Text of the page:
Guerrero reveals details of a new component test methodology being developed at HATCHI
What is your career background?
Currently I work in the safety integration department at HATCI (Hyundai-Kia America Technical Center, Inc.) where I head up safety related projects. I’ve been working at HATCI since November 2012.
I received my BS in mechanical engineering from Kettering University, Michigan, and my MS in mechanical engineering from Wayne State University, Michigan. Upon graduating with my master’s, and before HATCI, I held numerous positions at different restraint system suppliers gaining valuable knowledge in vehicular occupant safety.
What is the most interesting project you’ve worked on?
At HATCI, I was involved in a project where we collaborated with the University of Virginia in order to research a potential dynamic rollover test methodology. This work was interesting in a sense where we connected everything from field case studies all the way to the dynamic test UVA was developing with NHTSA (National Highway Traffic Safety Administration).
What are the latest developments in simulation at HATCI?
In my current role I use simulation extensively in order to efficiently develop safety solutions. Simulation enables us to evaluate designs and gain confidence in their performance before performing physical testing.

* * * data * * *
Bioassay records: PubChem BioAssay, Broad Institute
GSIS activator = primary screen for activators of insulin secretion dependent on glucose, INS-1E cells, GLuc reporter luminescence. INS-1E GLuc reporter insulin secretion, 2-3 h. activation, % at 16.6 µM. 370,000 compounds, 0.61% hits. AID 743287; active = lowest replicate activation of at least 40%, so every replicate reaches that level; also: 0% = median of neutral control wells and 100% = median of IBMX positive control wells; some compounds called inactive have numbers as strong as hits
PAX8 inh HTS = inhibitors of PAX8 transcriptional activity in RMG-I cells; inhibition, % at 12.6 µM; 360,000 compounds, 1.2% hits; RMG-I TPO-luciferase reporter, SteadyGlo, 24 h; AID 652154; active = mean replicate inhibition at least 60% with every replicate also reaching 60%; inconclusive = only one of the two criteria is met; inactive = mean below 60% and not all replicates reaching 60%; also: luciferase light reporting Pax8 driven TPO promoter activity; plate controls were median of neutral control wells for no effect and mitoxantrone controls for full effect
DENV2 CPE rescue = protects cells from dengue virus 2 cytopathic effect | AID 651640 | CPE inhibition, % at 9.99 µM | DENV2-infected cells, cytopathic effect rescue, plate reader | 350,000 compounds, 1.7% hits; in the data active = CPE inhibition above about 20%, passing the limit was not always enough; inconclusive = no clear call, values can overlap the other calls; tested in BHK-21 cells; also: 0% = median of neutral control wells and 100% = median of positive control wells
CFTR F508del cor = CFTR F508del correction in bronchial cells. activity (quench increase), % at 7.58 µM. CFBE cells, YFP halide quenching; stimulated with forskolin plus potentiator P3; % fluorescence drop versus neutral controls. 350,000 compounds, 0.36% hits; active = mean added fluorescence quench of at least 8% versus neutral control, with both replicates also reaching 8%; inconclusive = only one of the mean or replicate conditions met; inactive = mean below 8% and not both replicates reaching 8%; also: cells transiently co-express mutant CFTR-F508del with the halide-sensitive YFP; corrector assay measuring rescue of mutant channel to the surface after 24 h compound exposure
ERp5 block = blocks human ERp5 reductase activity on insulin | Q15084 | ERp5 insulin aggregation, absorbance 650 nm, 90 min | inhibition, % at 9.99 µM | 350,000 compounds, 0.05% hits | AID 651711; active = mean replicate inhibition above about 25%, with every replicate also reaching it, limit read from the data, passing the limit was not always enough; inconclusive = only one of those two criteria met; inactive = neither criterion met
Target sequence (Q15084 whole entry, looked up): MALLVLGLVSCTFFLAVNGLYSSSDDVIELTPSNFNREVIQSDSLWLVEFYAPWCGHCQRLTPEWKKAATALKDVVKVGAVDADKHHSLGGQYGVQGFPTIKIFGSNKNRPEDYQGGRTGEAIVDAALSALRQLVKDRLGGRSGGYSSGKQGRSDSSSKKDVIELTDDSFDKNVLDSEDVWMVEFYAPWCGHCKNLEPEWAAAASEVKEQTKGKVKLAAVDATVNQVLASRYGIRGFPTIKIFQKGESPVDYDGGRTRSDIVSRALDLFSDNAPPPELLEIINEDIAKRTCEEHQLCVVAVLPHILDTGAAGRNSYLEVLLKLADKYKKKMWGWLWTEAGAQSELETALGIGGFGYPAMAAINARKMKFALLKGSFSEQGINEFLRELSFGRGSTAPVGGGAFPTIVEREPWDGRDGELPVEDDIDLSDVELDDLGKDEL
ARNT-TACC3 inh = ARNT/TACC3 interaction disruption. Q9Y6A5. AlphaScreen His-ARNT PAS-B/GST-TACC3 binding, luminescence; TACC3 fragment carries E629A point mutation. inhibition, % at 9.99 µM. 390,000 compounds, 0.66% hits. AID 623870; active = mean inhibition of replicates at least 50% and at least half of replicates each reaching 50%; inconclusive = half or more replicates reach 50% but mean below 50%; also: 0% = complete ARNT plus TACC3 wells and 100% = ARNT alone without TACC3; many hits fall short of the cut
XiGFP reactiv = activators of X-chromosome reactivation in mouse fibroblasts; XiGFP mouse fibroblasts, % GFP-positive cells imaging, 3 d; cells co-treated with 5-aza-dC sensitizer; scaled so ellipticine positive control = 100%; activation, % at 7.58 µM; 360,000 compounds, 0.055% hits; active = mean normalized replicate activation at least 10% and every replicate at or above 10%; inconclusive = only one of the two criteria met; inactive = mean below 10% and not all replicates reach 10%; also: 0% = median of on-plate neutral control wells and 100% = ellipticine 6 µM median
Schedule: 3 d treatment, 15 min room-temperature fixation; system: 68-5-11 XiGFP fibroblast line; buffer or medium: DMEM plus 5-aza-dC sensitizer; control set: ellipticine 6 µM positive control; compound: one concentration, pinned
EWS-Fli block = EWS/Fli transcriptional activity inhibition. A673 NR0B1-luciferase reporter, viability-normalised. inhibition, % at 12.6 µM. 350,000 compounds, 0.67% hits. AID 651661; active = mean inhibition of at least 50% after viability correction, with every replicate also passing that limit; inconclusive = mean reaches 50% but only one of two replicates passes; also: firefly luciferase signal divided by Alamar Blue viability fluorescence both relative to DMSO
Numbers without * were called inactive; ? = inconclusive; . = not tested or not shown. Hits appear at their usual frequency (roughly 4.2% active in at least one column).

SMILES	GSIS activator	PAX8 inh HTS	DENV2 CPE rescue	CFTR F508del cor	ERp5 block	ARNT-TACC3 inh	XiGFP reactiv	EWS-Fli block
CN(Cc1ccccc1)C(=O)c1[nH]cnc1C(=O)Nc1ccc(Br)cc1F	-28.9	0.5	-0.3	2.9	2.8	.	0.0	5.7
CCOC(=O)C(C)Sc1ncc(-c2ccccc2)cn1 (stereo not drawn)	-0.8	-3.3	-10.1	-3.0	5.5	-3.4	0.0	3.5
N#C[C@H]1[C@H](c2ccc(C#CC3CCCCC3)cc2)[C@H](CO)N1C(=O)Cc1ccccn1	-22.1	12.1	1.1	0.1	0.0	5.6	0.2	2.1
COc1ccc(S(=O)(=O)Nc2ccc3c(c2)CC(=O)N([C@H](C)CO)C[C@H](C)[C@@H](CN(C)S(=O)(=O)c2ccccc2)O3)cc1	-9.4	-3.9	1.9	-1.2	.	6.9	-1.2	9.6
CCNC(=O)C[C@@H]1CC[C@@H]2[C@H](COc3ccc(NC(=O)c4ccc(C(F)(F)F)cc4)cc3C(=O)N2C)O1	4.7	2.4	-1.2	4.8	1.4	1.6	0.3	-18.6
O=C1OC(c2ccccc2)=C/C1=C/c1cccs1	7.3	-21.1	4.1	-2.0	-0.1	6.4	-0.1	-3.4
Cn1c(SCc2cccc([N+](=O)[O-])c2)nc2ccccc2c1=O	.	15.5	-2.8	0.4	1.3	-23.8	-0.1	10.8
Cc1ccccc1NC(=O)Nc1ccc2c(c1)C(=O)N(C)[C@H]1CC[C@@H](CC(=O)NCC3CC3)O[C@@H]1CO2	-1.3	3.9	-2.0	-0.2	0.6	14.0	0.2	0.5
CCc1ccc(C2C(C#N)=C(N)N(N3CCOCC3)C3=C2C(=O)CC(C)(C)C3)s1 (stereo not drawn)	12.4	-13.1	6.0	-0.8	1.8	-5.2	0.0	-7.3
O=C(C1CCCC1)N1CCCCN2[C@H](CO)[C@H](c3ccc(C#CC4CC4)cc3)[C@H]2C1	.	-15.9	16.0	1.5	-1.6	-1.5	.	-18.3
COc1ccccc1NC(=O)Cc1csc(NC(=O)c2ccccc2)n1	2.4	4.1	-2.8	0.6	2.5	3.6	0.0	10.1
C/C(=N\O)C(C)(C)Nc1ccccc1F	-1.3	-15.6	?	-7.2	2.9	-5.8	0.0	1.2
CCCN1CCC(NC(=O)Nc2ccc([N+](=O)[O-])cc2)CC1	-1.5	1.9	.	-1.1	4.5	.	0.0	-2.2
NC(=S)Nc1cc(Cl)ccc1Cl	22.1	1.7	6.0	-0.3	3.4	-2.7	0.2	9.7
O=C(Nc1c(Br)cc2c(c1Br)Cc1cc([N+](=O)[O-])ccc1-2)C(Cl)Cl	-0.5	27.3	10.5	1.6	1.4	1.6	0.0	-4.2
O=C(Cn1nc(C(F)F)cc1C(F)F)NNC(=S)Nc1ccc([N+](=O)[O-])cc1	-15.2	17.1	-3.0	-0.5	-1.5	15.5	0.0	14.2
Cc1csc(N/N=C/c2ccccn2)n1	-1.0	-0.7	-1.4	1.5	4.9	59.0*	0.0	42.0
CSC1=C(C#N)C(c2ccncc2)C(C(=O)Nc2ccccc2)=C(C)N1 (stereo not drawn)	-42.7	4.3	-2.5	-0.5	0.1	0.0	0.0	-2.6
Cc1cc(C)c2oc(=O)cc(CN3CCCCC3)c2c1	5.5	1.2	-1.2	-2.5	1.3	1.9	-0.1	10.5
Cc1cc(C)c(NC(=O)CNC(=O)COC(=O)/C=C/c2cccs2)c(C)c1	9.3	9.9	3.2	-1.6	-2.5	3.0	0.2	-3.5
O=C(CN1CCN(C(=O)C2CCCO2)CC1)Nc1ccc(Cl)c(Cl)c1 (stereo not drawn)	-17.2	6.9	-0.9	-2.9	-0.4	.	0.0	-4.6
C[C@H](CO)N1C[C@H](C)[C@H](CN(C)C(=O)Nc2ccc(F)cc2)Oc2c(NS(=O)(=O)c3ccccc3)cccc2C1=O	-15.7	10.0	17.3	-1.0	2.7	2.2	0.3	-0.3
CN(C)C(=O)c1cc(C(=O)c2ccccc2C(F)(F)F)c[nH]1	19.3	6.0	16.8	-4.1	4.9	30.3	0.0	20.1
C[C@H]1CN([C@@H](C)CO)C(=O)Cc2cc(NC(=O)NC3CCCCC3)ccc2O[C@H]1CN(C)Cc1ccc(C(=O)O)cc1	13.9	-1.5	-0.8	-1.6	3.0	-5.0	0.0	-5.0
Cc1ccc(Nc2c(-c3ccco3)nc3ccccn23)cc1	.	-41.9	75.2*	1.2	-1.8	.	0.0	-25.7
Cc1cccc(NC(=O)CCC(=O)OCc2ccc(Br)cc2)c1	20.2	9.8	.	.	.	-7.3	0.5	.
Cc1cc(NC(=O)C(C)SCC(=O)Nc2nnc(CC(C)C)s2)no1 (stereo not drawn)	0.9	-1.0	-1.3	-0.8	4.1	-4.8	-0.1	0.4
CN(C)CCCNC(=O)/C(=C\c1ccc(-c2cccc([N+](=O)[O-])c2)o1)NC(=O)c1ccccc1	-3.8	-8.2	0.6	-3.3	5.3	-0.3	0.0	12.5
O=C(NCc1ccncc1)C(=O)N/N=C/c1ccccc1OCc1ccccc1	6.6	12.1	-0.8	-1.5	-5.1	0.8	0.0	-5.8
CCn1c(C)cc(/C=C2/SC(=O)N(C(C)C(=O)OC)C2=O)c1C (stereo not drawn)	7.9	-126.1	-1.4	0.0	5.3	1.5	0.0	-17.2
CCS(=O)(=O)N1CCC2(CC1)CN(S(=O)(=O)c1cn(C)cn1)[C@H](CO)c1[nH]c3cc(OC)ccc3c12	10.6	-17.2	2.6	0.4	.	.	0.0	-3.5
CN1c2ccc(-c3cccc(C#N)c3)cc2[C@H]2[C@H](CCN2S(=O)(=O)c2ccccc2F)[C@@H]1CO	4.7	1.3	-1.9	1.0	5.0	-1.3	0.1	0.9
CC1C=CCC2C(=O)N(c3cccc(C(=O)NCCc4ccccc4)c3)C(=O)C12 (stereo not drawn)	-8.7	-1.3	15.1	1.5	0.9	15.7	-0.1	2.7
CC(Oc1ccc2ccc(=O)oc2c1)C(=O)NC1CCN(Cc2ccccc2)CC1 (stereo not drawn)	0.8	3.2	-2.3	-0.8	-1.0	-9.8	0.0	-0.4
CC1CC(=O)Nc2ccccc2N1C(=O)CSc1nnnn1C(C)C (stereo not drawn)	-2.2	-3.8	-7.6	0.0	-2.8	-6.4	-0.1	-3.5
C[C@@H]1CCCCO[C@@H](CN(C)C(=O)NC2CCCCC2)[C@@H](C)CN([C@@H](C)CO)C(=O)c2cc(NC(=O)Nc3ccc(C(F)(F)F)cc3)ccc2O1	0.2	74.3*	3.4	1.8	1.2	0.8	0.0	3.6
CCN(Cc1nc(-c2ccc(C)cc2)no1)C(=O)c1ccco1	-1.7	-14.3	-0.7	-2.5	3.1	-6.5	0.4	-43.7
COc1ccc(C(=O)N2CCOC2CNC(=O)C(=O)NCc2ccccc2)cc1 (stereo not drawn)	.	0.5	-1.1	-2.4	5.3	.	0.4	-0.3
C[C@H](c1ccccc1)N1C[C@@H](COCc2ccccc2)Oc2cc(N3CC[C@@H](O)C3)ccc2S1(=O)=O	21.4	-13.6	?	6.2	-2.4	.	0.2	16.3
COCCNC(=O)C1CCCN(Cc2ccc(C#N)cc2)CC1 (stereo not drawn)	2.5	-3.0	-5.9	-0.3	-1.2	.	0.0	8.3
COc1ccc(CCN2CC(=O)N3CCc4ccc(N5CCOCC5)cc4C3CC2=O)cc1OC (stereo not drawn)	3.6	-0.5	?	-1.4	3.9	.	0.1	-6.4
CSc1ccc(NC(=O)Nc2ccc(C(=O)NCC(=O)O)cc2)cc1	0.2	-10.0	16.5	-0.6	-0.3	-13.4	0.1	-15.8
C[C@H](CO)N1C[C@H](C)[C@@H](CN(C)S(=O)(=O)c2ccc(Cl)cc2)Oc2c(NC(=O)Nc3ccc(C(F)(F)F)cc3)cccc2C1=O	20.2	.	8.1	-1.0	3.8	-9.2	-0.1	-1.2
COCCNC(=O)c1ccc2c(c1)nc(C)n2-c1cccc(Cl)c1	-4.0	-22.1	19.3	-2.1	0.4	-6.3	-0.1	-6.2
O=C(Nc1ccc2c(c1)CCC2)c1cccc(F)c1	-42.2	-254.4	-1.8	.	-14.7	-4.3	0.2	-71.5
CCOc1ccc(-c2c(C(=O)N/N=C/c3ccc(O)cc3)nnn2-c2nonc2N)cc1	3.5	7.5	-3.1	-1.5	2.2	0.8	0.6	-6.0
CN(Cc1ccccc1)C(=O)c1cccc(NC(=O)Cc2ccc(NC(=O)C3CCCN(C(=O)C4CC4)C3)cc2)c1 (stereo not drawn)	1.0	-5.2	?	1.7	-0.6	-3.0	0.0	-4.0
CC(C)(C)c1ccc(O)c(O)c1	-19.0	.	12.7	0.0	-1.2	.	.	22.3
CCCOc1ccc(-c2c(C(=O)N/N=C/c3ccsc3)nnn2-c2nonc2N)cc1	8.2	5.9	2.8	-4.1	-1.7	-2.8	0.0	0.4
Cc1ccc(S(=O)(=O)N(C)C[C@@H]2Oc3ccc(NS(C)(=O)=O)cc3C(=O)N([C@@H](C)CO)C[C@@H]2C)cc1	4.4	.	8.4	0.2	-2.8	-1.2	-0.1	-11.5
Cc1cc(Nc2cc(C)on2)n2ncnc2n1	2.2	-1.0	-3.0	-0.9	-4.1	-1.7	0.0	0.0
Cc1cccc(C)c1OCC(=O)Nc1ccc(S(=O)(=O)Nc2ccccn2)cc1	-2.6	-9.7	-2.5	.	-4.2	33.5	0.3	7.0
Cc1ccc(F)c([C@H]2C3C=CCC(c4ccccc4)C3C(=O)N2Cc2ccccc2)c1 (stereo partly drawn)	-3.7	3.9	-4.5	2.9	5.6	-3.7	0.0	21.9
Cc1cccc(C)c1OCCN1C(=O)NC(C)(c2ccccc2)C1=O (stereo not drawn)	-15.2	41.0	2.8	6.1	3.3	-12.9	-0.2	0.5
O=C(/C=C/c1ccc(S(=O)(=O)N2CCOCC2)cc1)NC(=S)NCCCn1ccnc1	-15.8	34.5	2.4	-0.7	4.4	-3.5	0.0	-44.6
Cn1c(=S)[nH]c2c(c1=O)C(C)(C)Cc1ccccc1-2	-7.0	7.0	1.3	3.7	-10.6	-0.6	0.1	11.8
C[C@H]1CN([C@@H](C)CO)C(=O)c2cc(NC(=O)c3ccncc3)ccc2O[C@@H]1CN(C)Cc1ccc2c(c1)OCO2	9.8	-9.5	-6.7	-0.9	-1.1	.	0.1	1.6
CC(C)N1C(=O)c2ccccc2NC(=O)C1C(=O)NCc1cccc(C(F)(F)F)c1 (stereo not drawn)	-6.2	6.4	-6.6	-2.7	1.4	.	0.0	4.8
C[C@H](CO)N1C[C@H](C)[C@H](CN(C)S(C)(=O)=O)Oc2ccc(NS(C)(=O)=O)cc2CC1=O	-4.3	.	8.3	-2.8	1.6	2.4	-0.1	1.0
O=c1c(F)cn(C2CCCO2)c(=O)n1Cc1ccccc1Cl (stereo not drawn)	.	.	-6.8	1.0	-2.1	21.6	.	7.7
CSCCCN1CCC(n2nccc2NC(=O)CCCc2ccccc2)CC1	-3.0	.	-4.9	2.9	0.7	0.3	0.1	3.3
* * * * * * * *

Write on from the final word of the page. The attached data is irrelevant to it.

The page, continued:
To develop FE vehicle models we use LS-Dyna, and to evaluate occupant response, we use the multi-body solver Madymo. At HATCI we have developed a new component test methodology to capture the vehicle’s primary load path that occurs during the IIHS small overlap test mode.
Through the component test, design optimizations can efficiently be performed in both simulation (reduced run time) and testing (minimized test cost).
Guerrero recently introduced this new component test methodology in the New Methodologies for Modeling, Simulation and Testing Automotive Lightweight Materials Congress 2017 in Detroit, Michigan.
For more details visit the conference website here.
July 25, 2017